And through all of this, the old adage that “It’s not what you know, but who you know” has shouted in my face many times. Sure, I’ve had breaks and done workshops, and the future is looking bright, but it is difficult to express the frustration and sometimes blind panic that ceases hold when the very thing you’re wrestling with is what puts bread and butter on the table, clothes on your back and keeps your car on the road.

So what have I learnt?

In three words, “Never give up!”

I’ve learnt more about myself, my strengths and my weaknesses during this time than at just about any other period in my life. And I intend to work on these as I move forward.

But if you’re a teacher, or a manager who is looking for creative drumming & percussion workshops to spice up your lessons or build your times (and you’re based in the UK), I can help! 🙂

Ethics & Integrity

How we deal with people is crucial to our success (and theirs) in all areas of life.

Life without integrity is like a lighthouse without a light: everything’s fine until darkness falls or the storms break.

Simple Solution: IE8 Information Bar Not Working

I recently logged on to the Windows Update site, only to receive the message,

Install the ActiveX control required to view the website
The website will not display correctly on your computer without this control. To install it:

1. Right-click the Internet Explorer Information Bar. It’s located just below the address bar.
2. In the right-click menu, click Install ActiveX Control.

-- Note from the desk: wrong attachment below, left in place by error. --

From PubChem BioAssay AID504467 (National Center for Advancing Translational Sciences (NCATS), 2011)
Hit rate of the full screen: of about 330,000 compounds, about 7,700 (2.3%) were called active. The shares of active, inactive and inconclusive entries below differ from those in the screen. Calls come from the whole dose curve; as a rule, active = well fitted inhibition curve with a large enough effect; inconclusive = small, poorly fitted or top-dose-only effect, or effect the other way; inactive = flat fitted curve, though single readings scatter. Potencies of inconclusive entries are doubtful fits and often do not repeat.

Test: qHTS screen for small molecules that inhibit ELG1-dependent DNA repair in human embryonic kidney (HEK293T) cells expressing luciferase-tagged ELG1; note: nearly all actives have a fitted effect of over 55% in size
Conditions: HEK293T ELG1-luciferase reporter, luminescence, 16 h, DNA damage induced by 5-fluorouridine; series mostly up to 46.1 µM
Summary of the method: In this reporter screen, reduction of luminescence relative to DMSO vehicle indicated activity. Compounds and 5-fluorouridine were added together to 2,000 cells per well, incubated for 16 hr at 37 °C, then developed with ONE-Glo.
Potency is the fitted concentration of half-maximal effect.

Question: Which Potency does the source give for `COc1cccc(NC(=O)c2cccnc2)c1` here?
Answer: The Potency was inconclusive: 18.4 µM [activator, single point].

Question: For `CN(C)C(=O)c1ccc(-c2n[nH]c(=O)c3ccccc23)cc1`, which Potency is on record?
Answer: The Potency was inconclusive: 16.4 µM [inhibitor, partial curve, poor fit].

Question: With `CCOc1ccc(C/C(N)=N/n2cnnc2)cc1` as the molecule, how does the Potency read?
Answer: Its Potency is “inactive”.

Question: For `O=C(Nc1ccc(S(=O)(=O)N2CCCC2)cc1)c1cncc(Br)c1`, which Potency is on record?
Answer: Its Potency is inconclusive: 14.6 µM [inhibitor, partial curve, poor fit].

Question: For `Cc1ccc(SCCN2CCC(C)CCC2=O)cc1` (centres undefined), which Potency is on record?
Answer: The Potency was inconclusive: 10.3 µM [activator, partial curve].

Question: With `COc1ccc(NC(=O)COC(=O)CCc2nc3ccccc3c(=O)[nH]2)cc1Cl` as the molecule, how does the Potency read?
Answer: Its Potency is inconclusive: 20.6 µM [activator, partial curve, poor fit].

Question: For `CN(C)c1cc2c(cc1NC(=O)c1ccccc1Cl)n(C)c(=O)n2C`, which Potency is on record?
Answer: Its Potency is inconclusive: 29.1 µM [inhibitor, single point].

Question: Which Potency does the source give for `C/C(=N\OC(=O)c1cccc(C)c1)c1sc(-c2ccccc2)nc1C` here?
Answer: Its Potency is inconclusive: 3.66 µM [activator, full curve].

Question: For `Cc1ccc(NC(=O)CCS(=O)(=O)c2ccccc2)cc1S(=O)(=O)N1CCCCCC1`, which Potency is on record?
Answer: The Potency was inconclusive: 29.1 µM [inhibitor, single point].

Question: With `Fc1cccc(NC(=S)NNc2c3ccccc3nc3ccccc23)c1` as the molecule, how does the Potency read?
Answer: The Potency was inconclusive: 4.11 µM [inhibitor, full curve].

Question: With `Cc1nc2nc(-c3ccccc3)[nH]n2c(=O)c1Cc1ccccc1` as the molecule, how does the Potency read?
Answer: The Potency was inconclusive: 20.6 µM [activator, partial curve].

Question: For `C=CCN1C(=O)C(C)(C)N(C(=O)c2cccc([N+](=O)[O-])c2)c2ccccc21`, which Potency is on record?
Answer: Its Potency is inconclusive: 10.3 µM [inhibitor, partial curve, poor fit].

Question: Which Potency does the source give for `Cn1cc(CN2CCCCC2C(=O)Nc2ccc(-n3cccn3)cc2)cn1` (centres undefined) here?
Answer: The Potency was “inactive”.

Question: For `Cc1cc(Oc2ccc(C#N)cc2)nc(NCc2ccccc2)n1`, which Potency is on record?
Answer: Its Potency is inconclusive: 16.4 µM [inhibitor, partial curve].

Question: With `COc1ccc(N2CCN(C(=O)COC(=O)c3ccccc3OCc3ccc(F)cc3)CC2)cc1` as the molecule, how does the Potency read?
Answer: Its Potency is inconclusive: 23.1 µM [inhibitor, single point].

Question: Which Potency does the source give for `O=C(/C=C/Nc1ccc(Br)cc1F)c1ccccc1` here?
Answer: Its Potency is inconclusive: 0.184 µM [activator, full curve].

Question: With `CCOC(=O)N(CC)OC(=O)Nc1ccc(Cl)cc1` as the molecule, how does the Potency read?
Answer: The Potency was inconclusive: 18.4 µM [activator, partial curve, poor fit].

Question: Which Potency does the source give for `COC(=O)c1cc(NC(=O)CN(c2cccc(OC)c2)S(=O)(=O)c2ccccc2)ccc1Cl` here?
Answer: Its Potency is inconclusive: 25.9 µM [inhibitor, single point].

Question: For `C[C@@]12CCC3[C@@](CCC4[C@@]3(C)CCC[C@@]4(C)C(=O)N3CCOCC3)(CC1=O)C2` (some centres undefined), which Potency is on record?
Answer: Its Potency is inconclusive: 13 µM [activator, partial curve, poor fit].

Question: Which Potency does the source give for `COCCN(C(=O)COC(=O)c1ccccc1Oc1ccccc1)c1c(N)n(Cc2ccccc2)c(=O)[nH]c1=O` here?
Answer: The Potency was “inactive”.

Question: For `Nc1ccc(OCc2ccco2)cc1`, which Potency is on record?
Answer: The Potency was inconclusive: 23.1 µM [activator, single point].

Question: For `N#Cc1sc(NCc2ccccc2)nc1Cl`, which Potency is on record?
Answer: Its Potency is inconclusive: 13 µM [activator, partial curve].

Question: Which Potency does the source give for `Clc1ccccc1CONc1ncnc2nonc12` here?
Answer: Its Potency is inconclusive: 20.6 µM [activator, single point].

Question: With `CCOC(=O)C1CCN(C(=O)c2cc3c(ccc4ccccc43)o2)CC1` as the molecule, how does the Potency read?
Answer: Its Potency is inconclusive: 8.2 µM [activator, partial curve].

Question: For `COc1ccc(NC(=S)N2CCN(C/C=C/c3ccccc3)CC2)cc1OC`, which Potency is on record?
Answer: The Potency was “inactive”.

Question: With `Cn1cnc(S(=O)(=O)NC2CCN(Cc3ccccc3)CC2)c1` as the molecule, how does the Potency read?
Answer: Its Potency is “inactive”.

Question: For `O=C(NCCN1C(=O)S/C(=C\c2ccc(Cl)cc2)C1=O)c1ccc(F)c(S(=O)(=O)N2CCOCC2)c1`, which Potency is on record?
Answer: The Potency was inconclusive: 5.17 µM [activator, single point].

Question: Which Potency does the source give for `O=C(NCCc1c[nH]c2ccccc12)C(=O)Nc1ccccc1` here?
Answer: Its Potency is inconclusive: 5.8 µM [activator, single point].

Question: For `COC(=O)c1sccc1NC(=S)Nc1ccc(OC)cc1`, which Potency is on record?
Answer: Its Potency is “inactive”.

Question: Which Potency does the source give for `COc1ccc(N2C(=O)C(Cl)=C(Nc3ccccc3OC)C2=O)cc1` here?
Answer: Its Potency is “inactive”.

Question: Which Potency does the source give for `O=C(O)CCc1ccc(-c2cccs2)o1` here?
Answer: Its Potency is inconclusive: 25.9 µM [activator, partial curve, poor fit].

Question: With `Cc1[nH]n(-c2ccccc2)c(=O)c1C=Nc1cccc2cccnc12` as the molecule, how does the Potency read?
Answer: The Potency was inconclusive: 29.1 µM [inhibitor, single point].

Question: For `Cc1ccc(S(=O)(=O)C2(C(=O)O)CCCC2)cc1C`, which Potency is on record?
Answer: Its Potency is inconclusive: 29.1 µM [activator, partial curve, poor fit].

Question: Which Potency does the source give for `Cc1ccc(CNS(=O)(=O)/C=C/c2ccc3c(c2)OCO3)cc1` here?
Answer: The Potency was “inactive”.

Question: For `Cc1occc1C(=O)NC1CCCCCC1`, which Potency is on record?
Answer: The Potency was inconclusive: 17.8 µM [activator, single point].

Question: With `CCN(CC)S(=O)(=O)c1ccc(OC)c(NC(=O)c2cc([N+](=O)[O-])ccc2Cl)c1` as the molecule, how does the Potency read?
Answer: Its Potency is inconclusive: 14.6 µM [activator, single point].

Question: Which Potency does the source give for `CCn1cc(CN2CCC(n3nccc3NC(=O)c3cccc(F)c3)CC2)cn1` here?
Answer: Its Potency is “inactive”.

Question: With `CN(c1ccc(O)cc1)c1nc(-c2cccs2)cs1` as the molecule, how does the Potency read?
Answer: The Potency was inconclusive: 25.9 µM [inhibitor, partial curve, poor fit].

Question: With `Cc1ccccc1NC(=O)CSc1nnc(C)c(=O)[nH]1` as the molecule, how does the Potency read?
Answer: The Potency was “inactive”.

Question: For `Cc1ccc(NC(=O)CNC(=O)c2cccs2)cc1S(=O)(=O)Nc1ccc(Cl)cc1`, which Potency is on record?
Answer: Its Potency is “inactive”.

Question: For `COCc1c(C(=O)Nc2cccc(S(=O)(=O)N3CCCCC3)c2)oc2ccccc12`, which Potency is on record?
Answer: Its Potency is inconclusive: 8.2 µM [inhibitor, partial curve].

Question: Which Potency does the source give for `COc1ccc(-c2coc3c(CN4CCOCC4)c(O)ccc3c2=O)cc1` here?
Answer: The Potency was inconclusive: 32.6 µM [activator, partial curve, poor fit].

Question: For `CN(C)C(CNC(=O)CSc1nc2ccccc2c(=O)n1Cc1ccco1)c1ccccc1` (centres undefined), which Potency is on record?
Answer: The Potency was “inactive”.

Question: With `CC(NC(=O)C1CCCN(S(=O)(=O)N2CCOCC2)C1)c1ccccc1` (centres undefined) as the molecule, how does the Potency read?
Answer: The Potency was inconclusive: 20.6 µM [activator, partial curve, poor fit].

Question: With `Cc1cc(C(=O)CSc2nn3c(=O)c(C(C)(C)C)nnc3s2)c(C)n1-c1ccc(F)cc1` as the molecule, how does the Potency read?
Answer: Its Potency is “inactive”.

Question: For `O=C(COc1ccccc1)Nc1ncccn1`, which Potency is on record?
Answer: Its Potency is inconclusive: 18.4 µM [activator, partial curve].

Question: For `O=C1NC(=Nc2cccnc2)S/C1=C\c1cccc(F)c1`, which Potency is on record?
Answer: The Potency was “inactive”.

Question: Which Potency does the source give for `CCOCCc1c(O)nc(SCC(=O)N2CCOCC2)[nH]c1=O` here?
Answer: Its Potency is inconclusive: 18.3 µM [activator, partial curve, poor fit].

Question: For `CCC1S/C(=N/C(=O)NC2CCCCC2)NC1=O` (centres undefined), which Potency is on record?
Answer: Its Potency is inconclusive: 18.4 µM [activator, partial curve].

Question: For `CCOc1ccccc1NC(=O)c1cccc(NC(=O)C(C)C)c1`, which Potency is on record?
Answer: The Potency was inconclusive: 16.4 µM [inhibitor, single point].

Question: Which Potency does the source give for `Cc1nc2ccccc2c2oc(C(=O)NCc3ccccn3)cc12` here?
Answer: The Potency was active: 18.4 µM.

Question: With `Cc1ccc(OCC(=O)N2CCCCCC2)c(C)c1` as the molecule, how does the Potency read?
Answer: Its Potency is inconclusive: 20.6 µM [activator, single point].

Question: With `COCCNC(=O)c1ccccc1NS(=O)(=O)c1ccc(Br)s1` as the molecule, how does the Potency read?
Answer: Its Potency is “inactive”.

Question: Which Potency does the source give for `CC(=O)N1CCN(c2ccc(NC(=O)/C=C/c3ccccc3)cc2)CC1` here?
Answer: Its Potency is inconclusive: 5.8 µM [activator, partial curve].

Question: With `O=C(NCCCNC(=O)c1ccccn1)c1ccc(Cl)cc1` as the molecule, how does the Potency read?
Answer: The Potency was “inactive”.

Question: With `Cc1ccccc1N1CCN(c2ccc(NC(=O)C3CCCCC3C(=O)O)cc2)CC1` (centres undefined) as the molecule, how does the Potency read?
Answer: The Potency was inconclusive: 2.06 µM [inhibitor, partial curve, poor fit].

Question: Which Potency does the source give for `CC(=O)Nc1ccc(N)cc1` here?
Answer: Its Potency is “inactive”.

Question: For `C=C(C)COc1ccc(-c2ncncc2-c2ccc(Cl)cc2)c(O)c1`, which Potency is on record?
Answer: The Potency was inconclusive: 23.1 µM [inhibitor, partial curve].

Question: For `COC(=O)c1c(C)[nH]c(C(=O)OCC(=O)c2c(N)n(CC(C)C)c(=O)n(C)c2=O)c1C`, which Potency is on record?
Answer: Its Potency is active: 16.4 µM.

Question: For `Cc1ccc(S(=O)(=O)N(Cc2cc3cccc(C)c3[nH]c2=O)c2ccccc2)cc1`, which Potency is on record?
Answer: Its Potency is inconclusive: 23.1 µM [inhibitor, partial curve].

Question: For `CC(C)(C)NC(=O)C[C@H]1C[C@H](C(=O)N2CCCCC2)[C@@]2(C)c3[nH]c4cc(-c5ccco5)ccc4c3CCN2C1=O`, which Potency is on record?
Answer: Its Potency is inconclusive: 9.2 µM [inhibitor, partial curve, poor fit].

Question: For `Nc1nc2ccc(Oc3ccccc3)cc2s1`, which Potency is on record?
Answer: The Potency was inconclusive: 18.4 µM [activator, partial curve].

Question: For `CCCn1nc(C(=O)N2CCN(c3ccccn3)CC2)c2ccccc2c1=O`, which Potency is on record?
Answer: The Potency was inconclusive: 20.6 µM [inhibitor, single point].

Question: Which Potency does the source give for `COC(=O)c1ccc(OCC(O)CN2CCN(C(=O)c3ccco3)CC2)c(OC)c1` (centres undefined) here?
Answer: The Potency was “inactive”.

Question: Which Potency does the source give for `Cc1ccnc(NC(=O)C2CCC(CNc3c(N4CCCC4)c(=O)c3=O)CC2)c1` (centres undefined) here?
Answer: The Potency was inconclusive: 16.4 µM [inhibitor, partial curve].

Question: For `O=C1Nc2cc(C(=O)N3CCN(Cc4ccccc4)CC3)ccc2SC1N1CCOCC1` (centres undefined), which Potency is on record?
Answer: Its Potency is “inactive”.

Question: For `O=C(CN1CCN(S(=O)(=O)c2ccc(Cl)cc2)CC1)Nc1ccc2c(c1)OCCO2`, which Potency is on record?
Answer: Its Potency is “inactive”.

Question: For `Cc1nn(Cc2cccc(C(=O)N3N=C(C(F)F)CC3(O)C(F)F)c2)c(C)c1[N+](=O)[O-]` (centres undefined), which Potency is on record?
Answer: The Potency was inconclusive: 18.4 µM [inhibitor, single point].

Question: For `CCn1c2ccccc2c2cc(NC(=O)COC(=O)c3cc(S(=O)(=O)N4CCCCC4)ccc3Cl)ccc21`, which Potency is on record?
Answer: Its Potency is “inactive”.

3. In the Security Warning dialog box, click Install.

Unfortunately, there was no ’Internet Explorer Information Bar’ showing below my address bar in IE8.

This was strange, as I had only visited the update site a few of days previously when everything worked fine. I use Windows XP Pro as my operating system and I run ZoneAlarm Pro firewall and BitDefender 2008 antivirus software.

I searched Google for answers and as usual there were lots of in-depth analyses and a load more questions back … but no answers.

So, I put together a few bits I’d gleaned from the discussions (I am not a computer expert; quite the opposite), did a bit of experimenting by trial-and-error and managed to solve the problem.

The answer was very simple and involved only 3 or 4 clicks with the mouse. Here it is:

I remembered that I had been frustrated by how slow IE8 was running so I had been into the Tools > Manage Add-Ons menu and switched off accelerators etc. However, one Add-On I’d also switched off (disabled) which was the cause of my problems was the MUWebControl Class. So I switched it back on again (enabled it) by right clicking on the word ‘Disabled’ and then choosing ‘Enable’ from the dropdown box … and voilá, everything worked fine. Problem solved.

I understand that this may not work for you but if it does, you will be saved a lot of time and frustration.

Trust me; I’ve been there!

Hope this helps!